The White House is stripping enforcement power from the Consumer Financial Protection Bureau’s Office of Fair Lending and Equal Opportunity, which has been the chief driver of discrimination lawsuits in the auto finance space.
Employees in the fair lending unit have been moved into the office of the director, will no longer have enforcement capabilities, and will be focused on “advocacy, coordination, and education,” Acting Director Mick Mulvaney said in a letter to employees this week.
The office pursued payouts from many auto lenders who were accused of charging minorities and protected communities higher interest rates than their white counterparts with equal credit standing.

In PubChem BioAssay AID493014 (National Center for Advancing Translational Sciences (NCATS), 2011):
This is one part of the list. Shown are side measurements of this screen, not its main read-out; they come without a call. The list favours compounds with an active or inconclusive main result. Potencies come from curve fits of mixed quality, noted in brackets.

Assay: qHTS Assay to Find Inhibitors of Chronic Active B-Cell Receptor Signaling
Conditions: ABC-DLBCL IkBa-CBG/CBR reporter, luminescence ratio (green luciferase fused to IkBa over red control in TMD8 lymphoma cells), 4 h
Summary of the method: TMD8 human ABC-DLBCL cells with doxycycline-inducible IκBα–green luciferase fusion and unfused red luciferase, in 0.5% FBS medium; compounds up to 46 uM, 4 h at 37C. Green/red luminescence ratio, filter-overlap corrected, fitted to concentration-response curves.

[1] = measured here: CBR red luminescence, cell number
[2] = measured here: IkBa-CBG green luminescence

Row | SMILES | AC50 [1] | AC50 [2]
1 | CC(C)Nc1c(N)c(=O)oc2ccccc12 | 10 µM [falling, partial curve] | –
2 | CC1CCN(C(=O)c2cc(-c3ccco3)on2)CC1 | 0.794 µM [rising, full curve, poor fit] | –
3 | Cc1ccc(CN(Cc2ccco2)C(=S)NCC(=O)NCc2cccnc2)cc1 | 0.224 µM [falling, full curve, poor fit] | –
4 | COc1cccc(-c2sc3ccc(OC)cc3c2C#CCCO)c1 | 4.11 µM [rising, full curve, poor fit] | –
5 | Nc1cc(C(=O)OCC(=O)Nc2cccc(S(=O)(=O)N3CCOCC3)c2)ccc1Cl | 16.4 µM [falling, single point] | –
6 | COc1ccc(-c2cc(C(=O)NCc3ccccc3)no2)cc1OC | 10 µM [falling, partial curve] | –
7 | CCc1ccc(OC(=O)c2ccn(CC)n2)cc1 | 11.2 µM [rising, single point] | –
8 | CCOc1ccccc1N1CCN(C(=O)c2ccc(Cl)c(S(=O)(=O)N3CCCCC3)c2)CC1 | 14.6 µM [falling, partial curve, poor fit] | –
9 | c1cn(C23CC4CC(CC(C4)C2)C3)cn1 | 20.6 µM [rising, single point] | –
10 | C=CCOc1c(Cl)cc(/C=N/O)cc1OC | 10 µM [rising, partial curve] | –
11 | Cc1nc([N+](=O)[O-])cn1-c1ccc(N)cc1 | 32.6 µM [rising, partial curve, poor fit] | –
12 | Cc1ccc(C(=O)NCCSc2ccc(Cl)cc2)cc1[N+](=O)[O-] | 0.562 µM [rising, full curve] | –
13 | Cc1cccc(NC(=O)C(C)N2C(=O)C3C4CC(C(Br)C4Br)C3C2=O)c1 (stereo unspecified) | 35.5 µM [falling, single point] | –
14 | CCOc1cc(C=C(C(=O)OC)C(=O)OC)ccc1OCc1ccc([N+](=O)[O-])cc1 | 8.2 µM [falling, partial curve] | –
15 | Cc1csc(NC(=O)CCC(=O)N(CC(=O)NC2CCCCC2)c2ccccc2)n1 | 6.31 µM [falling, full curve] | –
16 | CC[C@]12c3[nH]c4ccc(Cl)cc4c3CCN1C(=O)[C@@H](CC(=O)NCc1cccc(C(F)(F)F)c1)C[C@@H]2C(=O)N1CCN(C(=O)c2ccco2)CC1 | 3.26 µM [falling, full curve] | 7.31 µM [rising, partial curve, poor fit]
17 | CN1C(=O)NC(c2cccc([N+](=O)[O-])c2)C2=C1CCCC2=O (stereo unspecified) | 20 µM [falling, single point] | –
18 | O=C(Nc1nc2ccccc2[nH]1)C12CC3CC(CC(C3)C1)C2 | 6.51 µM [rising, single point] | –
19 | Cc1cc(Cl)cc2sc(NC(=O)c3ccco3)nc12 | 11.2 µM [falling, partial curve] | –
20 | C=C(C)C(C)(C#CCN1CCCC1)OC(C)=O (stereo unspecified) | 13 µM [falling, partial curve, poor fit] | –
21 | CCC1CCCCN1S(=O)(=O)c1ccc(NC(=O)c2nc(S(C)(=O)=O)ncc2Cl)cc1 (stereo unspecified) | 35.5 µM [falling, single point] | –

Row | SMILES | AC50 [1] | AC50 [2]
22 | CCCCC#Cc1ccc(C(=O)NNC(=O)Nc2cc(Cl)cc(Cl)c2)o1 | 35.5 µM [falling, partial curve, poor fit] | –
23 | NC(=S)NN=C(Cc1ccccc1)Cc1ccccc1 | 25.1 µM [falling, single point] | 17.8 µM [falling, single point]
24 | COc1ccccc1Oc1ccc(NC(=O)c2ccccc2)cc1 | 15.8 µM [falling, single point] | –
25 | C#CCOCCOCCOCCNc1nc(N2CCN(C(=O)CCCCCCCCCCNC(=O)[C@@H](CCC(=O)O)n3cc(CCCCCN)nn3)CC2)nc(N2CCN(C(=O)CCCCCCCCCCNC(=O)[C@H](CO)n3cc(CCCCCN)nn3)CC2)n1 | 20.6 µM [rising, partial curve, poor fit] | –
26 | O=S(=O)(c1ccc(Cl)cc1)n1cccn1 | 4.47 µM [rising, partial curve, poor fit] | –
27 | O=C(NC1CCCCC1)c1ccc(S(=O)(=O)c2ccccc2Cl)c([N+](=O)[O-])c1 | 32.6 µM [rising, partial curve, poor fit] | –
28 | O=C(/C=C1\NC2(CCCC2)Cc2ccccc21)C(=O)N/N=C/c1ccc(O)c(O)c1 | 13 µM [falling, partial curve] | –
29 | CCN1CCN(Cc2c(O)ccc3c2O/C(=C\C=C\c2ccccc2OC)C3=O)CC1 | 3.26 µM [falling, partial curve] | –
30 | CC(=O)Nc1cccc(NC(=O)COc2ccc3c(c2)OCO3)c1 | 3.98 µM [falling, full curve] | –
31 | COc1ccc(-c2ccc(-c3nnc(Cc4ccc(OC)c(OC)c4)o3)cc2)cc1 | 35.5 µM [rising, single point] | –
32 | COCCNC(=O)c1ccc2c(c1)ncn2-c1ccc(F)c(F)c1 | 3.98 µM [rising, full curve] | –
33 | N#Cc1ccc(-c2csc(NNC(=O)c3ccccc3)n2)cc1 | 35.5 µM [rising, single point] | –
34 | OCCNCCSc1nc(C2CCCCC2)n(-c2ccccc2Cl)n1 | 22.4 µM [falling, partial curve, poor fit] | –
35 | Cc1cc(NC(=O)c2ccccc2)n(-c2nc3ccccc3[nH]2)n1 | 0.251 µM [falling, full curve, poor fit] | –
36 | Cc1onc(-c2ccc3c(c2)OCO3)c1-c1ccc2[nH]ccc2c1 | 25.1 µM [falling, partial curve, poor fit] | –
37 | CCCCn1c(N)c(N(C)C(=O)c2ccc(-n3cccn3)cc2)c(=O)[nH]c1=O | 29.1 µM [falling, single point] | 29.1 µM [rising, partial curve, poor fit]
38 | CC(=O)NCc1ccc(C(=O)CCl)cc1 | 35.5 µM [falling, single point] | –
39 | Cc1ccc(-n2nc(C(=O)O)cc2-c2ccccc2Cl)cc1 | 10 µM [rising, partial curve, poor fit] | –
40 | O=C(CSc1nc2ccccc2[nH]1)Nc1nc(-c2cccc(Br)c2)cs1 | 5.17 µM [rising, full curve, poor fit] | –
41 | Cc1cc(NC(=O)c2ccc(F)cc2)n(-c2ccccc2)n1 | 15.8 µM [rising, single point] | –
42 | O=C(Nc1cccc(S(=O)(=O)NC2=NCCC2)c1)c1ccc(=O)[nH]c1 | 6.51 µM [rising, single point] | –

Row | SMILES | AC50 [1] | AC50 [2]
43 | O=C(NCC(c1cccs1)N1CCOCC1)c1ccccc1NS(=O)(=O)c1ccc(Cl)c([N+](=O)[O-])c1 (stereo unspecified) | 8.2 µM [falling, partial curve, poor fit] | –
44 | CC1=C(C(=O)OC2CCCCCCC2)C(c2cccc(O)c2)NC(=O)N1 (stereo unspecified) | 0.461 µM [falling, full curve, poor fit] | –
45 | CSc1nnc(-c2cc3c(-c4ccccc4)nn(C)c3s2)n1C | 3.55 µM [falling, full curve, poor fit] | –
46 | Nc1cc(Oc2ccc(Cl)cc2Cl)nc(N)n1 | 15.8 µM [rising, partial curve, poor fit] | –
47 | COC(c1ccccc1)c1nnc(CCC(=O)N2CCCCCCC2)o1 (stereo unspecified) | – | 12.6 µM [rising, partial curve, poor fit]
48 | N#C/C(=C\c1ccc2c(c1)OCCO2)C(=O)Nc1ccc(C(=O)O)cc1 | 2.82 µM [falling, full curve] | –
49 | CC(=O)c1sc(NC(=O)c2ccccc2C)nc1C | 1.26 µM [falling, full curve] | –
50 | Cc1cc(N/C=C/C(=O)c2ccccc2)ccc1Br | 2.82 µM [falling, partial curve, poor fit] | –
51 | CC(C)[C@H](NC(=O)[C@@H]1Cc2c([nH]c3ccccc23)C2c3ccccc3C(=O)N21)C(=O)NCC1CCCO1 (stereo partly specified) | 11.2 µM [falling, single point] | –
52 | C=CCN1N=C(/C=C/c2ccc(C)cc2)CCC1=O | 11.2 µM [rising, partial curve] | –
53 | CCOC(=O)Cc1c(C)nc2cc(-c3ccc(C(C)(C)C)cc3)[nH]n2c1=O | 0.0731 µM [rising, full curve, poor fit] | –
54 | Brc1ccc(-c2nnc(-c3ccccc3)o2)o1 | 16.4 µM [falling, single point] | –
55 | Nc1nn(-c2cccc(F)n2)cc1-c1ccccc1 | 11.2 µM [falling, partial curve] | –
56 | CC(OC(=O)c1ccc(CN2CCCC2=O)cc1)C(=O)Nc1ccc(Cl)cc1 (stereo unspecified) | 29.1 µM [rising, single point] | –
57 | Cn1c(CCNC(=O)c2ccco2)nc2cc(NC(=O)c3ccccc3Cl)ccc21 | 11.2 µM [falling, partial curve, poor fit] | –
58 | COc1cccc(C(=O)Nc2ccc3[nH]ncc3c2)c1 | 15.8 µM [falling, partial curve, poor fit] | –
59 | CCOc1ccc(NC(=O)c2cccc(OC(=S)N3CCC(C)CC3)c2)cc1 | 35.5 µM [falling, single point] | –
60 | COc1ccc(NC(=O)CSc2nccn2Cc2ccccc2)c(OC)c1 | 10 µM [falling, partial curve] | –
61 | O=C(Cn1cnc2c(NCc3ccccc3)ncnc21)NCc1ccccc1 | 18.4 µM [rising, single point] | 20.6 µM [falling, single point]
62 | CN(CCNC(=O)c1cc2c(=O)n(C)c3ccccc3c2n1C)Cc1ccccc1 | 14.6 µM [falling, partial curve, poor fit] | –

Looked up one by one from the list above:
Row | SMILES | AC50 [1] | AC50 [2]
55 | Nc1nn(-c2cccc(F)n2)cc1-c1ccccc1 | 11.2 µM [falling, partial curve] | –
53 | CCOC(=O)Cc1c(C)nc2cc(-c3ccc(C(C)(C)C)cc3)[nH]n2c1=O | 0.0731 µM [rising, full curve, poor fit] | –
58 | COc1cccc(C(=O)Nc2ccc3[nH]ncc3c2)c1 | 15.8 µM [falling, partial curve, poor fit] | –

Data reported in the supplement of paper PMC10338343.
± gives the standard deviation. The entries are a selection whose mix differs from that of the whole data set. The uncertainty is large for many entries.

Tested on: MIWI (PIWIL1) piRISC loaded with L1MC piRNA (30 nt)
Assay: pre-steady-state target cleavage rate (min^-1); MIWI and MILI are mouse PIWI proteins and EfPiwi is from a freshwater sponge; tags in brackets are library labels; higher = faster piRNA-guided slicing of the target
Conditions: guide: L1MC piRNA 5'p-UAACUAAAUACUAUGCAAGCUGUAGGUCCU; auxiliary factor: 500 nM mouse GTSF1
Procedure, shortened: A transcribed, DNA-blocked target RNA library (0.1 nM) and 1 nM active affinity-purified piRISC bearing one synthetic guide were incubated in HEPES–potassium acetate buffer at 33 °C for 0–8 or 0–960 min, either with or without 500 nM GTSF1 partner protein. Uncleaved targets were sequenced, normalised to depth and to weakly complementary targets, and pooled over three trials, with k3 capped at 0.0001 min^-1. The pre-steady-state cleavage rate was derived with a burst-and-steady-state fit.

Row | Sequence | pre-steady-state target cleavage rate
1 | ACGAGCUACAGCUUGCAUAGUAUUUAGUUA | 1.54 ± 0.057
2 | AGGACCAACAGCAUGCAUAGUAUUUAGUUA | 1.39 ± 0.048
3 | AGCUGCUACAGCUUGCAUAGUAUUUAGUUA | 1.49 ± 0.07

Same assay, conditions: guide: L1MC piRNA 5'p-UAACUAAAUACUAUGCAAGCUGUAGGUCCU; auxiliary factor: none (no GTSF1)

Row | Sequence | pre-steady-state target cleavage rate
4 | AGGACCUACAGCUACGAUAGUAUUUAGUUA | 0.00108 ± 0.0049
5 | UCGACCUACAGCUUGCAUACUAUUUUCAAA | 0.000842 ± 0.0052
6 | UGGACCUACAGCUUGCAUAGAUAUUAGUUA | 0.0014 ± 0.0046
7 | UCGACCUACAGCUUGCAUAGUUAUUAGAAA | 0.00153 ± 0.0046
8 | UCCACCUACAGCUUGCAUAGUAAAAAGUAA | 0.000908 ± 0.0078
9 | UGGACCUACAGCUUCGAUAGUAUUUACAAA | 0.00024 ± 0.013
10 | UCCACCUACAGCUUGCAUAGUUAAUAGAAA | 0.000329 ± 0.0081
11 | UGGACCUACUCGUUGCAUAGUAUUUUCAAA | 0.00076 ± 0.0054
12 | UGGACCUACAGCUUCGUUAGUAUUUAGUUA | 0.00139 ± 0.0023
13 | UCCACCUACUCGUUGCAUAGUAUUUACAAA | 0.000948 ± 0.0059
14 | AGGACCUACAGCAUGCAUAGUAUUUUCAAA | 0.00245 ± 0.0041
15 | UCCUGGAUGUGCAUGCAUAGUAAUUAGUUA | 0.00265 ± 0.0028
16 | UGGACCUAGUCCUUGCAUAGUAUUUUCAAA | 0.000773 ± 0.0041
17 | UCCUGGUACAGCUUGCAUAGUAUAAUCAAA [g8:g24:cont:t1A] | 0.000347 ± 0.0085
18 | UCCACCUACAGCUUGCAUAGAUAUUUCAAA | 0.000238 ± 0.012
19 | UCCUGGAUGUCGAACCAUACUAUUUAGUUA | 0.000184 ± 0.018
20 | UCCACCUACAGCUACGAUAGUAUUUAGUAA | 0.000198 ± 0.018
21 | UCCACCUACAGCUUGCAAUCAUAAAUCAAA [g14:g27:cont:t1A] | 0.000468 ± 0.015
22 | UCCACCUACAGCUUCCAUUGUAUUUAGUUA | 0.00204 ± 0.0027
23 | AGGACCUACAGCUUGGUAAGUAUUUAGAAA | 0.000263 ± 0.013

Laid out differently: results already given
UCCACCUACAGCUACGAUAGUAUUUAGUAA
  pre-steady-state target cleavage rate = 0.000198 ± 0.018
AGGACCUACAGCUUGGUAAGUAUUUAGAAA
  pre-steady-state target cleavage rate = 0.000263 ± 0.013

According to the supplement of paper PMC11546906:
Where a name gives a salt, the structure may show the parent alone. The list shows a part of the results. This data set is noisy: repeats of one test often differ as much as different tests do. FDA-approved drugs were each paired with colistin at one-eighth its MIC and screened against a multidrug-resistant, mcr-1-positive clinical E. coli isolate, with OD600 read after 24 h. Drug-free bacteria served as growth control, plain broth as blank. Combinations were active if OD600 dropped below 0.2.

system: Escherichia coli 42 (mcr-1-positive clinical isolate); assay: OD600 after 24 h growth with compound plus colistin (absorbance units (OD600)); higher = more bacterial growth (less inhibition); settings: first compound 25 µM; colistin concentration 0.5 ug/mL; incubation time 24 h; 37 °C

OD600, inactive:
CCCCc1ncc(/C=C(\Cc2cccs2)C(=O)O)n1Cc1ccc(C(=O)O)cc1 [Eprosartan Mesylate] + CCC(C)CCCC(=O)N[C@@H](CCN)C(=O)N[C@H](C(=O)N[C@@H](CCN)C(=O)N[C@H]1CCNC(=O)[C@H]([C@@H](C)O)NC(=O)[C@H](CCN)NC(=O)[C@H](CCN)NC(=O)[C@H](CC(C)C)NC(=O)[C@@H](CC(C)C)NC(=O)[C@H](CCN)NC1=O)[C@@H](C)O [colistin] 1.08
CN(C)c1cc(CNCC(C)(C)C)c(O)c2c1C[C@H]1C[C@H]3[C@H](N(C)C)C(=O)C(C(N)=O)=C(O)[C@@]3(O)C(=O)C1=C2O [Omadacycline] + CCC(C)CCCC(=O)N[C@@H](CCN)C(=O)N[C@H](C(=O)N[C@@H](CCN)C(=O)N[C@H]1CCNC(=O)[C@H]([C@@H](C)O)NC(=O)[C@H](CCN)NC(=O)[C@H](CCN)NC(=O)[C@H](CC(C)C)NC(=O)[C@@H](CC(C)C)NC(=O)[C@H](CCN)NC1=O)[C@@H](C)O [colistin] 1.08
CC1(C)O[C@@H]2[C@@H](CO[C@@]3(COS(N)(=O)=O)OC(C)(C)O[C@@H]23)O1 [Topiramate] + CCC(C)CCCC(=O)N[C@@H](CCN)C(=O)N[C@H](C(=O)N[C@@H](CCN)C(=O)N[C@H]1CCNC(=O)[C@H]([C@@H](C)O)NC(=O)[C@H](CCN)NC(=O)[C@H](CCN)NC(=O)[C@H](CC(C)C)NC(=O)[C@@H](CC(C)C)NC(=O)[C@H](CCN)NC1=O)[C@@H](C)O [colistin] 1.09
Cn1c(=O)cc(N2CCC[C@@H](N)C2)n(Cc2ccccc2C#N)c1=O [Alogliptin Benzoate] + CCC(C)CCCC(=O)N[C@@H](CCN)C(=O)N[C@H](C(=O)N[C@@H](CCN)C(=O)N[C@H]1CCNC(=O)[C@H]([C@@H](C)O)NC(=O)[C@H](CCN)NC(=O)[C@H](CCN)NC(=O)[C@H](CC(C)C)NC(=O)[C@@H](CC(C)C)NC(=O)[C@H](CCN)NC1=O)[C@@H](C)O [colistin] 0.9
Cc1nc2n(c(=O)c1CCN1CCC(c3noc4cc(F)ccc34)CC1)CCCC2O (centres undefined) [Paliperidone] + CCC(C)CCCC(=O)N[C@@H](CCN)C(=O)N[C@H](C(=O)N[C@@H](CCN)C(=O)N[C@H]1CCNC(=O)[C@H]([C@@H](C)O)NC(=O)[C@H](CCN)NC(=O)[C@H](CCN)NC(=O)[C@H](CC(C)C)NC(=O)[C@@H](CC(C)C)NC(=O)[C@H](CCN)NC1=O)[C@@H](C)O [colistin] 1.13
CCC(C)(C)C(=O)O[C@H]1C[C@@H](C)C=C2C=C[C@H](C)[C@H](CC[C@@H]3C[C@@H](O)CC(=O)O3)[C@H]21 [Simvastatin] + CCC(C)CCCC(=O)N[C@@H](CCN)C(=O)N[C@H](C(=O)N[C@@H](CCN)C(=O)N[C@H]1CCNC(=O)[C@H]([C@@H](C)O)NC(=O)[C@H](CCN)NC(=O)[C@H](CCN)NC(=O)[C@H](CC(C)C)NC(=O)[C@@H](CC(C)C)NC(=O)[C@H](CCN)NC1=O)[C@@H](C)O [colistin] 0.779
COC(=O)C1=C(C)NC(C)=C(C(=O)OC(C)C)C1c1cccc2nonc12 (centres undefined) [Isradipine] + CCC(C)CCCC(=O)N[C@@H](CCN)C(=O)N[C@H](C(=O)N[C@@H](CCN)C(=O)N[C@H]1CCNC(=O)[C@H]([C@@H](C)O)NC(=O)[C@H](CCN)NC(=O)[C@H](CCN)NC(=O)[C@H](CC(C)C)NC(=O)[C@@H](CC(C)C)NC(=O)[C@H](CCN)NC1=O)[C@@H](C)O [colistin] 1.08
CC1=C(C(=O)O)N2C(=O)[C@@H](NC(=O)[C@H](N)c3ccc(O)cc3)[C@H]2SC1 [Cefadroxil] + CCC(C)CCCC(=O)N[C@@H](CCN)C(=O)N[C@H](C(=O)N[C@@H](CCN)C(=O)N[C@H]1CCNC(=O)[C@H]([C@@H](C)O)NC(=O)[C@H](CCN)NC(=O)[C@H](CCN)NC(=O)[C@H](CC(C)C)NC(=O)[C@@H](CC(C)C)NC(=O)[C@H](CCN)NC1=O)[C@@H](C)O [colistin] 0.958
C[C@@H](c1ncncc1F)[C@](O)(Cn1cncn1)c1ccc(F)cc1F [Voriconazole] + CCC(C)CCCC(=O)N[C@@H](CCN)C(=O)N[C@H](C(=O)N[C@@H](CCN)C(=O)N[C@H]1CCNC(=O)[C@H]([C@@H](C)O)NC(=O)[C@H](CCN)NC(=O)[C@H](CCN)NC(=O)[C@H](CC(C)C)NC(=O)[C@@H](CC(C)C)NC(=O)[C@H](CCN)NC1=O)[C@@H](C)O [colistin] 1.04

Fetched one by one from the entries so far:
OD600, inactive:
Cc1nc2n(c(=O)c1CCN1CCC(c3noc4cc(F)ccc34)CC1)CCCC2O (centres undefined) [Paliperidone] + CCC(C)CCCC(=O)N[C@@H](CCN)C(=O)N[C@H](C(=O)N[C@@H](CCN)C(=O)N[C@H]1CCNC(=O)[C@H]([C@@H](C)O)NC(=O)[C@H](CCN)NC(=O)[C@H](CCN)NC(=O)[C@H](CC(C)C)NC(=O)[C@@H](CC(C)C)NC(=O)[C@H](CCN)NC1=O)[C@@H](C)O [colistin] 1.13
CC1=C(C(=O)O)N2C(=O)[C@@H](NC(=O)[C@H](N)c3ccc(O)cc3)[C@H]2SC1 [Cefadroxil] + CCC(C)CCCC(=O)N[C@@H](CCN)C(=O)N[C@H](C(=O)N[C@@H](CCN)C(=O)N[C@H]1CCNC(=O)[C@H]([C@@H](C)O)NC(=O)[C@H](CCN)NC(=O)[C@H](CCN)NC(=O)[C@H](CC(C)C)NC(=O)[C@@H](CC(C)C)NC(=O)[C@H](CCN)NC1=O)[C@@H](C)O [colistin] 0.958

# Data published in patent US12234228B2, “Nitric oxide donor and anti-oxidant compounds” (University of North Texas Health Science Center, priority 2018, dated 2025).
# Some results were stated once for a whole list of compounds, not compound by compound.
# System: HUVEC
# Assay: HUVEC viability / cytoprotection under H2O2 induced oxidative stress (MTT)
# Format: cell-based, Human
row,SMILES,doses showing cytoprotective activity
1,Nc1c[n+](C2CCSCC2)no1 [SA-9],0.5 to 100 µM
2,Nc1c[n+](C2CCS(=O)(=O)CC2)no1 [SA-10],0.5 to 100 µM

The industry has long argued that these enforcement actions under former Director Richard Cordray’s leadership were an overreach because lenders do not see race and ethnicity information on loan applications. However, the CFPB had argued that lenders allowed dealers to markup fees too high, and that policy resulted in unintentional discrimination under the Equal Credit Opportunity Act. It’s unclear at this time what the bureau’s new guidance on dealer markup is following this change as a spokesman was not able to respond to AFN by press time.
Consumer and civil rights groups argue that these actions weaken protections for consumers.